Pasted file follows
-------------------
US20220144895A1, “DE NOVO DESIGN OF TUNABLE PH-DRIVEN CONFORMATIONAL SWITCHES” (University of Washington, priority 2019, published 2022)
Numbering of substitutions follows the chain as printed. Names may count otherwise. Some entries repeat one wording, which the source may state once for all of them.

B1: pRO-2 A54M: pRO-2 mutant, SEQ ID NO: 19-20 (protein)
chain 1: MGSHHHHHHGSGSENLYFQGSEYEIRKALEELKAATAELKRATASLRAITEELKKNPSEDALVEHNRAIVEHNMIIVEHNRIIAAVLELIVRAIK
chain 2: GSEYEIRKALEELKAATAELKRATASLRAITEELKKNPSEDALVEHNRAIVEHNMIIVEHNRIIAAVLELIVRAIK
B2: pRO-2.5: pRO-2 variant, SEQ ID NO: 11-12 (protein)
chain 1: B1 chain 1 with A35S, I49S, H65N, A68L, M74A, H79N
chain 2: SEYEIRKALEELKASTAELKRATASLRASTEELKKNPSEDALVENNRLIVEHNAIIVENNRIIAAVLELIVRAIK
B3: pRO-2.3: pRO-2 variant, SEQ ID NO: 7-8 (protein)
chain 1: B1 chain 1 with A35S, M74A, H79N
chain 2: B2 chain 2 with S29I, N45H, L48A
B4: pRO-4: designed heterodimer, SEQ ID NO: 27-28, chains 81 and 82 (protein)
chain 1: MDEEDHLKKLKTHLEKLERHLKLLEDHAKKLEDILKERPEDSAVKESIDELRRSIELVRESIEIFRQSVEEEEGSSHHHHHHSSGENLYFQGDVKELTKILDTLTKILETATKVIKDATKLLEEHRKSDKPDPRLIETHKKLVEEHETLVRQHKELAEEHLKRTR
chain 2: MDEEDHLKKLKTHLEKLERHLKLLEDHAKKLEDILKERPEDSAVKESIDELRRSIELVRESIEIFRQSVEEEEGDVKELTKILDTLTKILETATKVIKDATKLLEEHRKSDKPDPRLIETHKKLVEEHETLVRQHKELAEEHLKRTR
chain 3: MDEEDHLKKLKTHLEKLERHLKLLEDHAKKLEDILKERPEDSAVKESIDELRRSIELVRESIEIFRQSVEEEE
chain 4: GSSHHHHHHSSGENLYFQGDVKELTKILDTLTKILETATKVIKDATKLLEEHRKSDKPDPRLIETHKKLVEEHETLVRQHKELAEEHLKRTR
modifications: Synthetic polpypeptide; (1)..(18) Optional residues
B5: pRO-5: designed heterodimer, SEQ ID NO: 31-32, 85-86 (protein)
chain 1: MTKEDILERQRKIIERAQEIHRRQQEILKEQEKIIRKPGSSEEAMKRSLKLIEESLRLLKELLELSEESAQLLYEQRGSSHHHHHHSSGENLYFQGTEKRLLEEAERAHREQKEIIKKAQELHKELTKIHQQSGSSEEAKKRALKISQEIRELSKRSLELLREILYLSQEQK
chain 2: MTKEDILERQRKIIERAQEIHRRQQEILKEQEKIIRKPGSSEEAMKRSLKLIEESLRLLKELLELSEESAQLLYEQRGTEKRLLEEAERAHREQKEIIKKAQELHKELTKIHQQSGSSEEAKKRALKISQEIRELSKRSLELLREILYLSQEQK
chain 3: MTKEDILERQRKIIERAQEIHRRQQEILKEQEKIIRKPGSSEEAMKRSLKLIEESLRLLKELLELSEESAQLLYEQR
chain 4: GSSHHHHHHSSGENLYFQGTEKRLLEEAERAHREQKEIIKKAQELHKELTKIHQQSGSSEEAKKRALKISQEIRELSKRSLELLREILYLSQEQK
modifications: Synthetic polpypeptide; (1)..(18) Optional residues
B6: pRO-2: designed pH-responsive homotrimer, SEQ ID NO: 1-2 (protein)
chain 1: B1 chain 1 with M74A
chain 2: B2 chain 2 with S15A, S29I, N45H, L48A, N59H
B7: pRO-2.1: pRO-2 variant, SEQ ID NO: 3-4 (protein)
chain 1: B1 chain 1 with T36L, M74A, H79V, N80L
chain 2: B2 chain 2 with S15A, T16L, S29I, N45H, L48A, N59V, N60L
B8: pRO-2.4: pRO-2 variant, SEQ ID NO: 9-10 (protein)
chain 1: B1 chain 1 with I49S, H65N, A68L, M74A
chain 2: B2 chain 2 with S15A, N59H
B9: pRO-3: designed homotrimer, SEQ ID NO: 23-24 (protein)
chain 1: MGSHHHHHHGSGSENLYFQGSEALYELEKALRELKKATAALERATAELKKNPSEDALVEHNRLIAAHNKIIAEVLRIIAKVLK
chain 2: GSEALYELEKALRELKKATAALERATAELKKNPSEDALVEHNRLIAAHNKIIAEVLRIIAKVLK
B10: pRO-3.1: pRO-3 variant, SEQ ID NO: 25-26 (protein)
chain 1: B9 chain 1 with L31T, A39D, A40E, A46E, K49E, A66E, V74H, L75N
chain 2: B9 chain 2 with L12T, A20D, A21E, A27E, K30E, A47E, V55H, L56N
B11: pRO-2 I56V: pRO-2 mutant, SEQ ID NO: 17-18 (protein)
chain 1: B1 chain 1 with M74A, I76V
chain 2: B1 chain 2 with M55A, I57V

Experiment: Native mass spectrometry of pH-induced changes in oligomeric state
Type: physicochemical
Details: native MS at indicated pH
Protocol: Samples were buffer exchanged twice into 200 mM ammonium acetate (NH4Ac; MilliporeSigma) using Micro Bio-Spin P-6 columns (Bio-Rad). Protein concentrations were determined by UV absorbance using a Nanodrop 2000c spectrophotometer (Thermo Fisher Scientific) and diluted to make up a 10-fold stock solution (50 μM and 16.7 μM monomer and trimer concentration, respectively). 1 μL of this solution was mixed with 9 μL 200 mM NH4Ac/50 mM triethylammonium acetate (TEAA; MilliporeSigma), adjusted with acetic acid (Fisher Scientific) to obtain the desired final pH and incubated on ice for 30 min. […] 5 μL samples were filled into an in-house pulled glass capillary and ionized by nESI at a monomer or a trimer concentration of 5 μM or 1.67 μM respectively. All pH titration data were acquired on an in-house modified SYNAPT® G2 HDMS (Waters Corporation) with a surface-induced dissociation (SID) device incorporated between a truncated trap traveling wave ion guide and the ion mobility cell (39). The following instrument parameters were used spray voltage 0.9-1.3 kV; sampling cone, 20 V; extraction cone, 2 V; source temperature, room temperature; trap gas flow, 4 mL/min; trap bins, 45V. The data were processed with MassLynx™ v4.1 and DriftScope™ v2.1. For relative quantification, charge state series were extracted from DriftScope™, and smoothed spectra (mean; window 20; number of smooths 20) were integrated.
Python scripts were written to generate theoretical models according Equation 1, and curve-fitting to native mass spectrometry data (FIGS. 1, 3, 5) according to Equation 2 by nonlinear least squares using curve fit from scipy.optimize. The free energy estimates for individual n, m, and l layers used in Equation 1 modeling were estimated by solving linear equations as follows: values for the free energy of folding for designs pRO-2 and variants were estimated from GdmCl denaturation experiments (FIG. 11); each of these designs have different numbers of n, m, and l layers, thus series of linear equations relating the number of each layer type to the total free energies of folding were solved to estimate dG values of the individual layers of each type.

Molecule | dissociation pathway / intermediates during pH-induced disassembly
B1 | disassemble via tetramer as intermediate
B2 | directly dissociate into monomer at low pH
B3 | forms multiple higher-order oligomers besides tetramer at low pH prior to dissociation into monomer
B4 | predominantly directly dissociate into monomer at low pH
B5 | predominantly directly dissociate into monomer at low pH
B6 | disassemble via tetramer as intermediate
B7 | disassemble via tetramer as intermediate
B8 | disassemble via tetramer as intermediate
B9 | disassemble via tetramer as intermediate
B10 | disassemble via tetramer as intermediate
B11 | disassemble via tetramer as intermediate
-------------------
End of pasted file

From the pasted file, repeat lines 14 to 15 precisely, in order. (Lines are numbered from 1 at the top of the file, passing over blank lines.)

chain 2: MDEEDHLKKLKTHLEKLERHLKLLEDHAKKLEDILKERPEDSAVKESIDELRRSIELVRESIEIFRQSVEEEEGDVKELTKILDTLTKILETATKVIKDATKLLEEHRKSDKPDPRLIETHKKLVEEHETLVRQHKELAEEHLKRTR
chain 3: MDEEDHLKKLKTHLEKLERHLKLLEDHAKKLEDILKERPEDSAVKESIDELRRSIELVRESIEIFRQSVEEEE